John Edwards

Despite the fact that John Edwards took part in the recording of over 100 albums, it is hard to find in the web’s maze of information about him, in terms of popularity in a certain browser he definitely loses out to an American senator (points for sex scandal), Status Quo bass guitarist and many other John Edwards present on Wikipedia. It is known, however, that the activity connected with radically improvised music has nothing to do with the popularity contest.

The information gathered only creates a brief outline of the beginnings of John’s musical activity. In an interview with Sammy Stein (the whole article available in AllAboutJazz), Edwards talks about how, when he announced „Bambi” as a child, he was fascinated by the soundtrack of the film, especially the low notes, which gave it a special drama. When his older brother starts playing the drums, John mimics him by winning the rhythms on the chair. Later he observes his brother’s punk band’s concerts, and starts experimenting himself, searching for sounds even on the old ukulelele.
John is a student of art school, and at an early age he is sure that he hasn’t been assigned a desk job. He starts playing bass guitar and leaves his family home at the age of 18. He constantly listens to music (jazz, folk, classical, Indian, Arabic music, everything that inspires him). When he is 22, his grandmother dies and John Edwards buys the first double bass for the inheritance he receives (a staggering £350).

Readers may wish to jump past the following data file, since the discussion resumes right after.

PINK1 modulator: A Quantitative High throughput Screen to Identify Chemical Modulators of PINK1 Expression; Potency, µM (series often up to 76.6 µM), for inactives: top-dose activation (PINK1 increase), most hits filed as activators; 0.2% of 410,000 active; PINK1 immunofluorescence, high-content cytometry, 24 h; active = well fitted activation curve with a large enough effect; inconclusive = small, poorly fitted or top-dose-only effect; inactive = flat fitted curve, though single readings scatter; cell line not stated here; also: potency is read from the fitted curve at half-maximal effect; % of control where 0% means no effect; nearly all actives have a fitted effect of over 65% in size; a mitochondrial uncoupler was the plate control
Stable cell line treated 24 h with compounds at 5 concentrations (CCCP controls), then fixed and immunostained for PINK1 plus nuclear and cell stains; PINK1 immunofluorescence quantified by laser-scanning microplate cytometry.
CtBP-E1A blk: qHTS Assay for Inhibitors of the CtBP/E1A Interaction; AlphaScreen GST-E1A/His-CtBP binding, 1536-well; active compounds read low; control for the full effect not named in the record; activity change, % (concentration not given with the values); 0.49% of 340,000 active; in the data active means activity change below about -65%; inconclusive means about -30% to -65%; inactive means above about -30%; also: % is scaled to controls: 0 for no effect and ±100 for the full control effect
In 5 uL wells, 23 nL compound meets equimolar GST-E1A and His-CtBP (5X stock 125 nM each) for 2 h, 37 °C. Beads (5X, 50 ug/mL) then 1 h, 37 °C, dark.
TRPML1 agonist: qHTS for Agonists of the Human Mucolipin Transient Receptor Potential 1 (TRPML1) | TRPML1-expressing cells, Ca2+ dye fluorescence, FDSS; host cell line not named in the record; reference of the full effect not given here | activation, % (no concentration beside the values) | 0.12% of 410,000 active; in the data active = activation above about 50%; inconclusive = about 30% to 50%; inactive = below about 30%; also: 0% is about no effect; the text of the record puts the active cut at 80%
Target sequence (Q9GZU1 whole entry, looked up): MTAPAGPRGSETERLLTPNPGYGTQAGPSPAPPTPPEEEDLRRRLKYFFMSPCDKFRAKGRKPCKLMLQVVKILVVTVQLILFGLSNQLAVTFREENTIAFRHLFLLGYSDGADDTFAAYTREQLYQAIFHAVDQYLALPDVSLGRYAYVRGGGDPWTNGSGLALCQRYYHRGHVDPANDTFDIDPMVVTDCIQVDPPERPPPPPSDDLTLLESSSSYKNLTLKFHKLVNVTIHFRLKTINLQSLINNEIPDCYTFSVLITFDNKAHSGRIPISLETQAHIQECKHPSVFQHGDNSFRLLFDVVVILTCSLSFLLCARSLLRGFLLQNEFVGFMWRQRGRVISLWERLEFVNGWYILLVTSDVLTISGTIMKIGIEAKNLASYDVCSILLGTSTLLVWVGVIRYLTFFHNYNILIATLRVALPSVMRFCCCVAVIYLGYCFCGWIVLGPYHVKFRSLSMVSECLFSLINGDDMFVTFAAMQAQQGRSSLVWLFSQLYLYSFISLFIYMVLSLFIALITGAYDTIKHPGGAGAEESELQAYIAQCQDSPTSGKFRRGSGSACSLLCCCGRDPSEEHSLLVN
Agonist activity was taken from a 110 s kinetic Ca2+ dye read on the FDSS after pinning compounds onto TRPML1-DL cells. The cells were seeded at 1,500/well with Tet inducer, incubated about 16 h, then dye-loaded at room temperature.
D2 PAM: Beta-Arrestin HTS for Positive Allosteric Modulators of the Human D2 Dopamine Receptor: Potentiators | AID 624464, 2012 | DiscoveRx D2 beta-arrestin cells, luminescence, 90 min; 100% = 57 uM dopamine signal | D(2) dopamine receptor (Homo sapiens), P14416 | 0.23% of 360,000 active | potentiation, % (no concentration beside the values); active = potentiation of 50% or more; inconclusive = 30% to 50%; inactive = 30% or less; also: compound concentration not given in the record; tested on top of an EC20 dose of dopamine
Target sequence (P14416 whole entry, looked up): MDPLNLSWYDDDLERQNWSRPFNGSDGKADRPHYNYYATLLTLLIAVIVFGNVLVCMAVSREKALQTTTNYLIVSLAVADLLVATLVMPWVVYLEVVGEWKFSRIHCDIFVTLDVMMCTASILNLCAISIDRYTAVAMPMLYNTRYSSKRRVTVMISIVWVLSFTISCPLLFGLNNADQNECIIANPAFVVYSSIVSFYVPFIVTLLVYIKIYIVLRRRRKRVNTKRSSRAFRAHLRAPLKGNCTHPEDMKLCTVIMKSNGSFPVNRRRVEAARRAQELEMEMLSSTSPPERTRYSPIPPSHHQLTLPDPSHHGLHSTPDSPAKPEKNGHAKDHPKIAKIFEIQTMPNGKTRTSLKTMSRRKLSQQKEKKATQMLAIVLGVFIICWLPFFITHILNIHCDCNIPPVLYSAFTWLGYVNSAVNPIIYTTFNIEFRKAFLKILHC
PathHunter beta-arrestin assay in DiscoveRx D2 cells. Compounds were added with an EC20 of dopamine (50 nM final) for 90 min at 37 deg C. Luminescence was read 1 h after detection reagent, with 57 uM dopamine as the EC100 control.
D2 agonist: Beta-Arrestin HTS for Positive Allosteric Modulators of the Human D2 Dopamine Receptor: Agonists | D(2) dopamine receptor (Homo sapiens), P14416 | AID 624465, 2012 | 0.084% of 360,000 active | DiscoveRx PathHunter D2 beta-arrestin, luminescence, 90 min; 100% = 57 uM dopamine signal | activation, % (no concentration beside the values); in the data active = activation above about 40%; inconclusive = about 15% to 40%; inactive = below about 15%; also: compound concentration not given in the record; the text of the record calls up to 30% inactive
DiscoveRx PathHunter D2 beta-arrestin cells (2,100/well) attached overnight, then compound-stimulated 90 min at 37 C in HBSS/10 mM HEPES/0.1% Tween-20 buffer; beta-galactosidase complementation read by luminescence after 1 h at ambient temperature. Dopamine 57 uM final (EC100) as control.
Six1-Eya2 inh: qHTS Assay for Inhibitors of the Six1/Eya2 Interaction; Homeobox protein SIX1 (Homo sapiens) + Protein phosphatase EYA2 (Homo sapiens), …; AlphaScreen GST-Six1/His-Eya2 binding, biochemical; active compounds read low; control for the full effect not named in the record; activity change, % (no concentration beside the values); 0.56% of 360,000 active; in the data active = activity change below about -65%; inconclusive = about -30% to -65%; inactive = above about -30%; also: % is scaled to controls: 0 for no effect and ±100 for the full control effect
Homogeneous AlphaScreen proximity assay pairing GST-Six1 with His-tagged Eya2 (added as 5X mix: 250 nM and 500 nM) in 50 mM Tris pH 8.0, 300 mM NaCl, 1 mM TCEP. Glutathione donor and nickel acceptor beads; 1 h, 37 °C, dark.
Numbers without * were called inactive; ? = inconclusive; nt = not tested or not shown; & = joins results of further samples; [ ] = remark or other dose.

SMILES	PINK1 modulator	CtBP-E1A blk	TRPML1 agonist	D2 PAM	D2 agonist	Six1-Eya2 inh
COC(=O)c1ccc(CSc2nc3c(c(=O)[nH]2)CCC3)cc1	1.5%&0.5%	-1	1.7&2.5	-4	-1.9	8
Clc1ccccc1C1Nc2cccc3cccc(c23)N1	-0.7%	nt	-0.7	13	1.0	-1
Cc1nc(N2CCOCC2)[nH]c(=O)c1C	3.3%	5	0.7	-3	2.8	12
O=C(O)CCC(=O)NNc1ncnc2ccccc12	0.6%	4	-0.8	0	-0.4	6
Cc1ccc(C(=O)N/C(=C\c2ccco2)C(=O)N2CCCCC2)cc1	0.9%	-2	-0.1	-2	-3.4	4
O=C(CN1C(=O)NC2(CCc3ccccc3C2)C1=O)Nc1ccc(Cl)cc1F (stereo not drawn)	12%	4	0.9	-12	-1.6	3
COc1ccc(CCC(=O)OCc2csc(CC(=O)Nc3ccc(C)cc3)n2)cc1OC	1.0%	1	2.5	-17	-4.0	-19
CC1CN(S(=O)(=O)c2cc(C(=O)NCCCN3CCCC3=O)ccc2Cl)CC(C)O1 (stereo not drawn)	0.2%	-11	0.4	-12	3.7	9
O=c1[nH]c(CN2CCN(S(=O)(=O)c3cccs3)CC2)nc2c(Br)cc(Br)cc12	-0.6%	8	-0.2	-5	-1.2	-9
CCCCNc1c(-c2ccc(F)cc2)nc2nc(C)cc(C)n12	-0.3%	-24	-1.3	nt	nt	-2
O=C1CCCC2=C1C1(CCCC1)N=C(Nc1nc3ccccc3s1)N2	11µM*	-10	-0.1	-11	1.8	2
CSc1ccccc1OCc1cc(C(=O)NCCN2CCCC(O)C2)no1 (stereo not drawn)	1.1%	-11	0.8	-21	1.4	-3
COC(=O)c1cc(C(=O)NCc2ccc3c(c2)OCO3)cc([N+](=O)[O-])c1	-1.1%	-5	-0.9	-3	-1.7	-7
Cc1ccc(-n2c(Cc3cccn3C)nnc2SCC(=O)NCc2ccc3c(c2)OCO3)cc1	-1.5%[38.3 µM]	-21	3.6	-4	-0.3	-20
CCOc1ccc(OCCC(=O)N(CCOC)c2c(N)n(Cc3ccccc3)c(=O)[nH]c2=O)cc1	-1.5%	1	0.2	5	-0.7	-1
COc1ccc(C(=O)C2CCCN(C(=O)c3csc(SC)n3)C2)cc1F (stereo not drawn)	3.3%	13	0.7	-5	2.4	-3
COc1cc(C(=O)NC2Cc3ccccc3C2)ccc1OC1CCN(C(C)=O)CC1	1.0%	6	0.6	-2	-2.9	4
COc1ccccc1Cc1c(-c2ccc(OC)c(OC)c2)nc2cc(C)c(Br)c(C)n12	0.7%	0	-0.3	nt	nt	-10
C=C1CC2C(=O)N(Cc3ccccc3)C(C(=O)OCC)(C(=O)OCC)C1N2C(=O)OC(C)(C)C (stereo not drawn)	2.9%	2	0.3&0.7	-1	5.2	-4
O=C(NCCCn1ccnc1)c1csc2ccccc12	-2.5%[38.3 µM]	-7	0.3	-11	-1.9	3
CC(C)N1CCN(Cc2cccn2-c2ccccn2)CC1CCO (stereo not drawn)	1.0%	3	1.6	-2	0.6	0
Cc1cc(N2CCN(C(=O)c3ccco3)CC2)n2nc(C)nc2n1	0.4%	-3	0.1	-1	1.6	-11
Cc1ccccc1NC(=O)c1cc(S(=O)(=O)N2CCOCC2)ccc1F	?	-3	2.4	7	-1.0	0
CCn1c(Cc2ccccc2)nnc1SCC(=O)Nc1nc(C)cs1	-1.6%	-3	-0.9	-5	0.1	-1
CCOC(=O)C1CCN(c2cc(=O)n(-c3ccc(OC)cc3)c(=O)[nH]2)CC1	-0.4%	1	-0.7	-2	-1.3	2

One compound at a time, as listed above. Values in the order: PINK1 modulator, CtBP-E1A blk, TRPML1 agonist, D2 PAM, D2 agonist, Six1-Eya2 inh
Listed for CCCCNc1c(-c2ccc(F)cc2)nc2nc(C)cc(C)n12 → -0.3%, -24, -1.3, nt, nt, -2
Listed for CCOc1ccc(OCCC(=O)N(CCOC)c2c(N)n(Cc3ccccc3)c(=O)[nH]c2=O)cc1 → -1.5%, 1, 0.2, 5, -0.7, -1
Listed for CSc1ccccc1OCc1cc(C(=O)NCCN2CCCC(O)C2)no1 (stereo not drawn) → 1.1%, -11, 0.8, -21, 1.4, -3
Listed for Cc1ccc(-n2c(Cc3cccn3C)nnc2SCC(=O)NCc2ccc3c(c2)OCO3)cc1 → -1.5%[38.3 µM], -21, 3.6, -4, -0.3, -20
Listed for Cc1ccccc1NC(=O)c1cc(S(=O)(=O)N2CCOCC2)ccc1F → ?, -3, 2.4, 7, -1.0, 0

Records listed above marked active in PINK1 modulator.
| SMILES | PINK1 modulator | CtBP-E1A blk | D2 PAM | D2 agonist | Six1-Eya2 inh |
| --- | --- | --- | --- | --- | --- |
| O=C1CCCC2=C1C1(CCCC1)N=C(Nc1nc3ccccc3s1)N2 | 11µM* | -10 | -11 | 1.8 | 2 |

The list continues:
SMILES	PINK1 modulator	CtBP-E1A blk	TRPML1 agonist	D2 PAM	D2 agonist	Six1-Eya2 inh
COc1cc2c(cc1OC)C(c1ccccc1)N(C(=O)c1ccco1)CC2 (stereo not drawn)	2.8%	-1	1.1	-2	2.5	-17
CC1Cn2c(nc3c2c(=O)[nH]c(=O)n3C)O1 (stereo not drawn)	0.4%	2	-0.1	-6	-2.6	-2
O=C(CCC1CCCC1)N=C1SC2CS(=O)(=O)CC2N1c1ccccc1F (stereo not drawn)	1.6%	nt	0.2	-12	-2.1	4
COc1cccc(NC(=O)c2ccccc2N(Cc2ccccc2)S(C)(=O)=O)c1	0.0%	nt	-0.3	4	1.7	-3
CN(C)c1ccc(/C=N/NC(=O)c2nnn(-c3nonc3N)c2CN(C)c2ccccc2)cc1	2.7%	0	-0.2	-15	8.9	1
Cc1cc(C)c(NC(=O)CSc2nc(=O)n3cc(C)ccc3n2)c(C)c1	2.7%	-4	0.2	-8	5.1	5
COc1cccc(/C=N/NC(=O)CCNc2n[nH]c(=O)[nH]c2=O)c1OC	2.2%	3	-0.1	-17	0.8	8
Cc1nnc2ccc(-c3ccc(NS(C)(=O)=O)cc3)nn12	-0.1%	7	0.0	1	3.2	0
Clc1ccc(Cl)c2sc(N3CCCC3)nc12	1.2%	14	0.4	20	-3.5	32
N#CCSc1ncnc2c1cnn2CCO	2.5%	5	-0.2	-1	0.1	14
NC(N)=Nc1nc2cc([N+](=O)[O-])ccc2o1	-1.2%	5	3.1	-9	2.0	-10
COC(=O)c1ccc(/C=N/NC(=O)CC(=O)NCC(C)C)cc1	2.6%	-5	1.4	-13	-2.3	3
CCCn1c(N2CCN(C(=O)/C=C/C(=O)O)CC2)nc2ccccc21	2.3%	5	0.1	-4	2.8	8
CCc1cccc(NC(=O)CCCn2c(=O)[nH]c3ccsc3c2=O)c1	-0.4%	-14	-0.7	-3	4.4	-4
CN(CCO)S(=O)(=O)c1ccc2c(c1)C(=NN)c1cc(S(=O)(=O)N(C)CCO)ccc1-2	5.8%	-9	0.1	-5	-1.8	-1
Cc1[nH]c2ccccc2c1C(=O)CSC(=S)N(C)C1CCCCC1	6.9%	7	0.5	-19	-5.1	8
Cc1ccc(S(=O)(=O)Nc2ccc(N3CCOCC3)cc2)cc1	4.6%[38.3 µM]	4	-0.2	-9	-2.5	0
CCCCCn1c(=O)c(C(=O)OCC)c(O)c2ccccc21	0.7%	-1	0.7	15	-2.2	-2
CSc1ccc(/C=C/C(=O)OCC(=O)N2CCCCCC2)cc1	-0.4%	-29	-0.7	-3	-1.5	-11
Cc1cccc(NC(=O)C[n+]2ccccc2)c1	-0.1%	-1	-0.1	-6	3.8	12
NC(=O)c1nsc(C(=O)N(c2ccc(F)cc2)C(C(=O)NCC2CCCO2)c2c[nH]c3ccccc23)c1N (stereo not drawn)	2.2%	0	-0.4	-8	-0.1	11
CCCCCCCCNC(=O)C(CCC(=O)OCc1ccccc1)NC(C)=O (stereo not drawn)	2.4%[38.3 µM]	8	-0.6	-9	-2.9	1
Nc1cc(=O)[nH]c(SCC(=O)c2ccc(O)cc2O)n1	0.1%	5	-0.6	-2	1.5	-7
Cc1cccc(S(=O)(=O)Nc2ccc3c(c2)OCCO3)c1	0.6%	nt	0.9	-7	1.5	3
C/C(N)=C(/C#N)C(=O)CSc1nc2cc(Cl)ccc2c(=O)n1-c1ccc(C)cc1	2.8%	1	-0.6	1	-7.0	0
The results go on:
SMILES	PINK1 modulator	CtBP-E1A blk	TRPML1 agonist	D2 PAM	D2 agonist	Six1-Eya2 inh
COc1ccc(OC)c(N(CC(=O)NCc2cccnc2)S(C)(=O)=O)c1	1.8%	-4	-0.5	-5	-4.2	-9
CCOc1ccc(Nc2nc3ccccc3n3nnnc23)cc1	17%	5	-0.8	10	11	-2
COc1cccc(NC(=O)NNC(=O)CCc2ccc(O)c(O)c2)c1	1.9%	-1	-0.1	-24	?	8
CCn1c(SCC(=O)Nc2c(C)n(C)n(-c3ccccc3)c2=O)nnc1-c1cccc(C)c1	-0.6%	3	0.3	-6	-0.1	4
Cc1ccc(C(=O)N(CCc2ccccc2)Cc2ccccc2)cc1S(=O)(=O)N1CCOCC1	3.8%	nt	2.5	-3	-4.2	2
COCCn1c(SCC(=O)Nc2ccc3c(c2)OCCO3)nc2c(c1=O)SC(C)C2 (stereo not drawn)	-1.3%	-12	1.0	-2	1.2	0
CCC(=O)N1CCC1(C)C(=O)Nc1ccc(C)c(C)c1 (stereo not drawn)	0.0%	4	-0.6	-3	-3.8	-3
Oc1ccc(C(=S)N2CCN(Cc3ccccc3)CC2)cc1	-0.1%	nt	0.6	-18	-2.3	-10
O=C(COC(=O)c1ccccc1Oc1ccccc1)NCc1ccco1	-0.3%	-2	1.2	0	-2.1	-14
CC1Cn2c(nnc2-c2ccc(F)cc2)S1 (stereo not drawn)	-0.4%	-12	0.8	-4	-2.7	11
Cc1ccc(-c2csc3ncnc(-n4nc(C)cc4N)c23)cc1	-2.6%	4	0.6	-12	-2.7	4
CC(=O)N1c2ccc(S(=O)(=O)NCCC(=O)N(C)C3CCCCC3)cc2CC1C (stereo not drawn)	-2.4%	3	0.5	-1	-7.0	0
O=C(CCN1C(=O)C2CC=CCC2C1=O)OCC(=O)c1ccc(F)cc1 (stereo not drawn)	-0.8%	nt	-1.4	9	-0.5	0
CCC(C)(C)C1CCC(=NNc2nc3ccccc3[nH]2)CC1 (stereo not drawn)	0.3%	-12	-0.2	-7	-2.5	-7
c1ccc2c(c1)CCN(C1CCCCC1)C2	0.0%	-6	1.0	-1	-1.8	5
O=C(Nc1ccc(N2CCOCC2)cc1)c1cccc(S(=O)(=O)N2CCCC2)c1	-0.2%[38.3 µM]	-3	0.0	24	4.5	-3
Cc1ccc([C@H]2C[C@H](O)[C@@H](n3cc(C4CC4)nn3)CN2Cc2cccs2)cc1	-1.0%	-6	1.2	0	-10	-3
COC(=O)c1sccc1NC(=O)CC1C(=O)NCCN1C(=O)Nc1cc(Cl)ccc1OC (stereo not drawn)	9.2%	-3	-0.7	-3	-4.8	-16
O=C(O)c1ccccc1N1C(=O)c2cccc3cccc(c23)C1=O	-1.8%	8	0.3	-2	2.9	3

From that moment on, he learns, exercises his passion and begins to gain a reputation in the London community. Interestingly enough, Edwards has learned to play the game in a completely intuitive way and only then will he learn to read and write notes. Perhaps that’s why his playing is characterized by an indomitable imagination and a very physical approach to the instrument, an excellent technique, probably, was born later as a result of years of hard work and constant gaining experience. Aptly described in the description of the „volume” album (about her later) Marek Tuszyński writes that Edwards does not so much play „on” double bass as „with” double bass.

The first recordings with Edwards are a mixture of an avant-garde and anarchist approach and punk energy. Edwards founded Pointy Birds in 1987 (they won the award for music for The Cholmondeleys and Featherstonehaughs dance groups), he also plays with Jon Dobie and Steve Blake in GOD and B’Shops For The Poor formations (the latter recorded with Peterm Brotzmann in 1992). Fragments of the band’s recordings on the Internet sound radical rock, dark, full of guitar noise and saxophone (and vocal) screams.

At the same time, Edwards is gaining a growing reputation on the London improvised music scene and it can be said that since 1995 he has been one of its most important representatives, playing with the British improvisation school’s „who’s who”. Edwards’ travel companions include Lol Coxhill, Evan Parker, Veryan Weston, Paul Dunmall, Kenny Wheeler, Phil Minton and others. He has recorded with the Sunny Murray Trio and Louis Moholo-Moholo.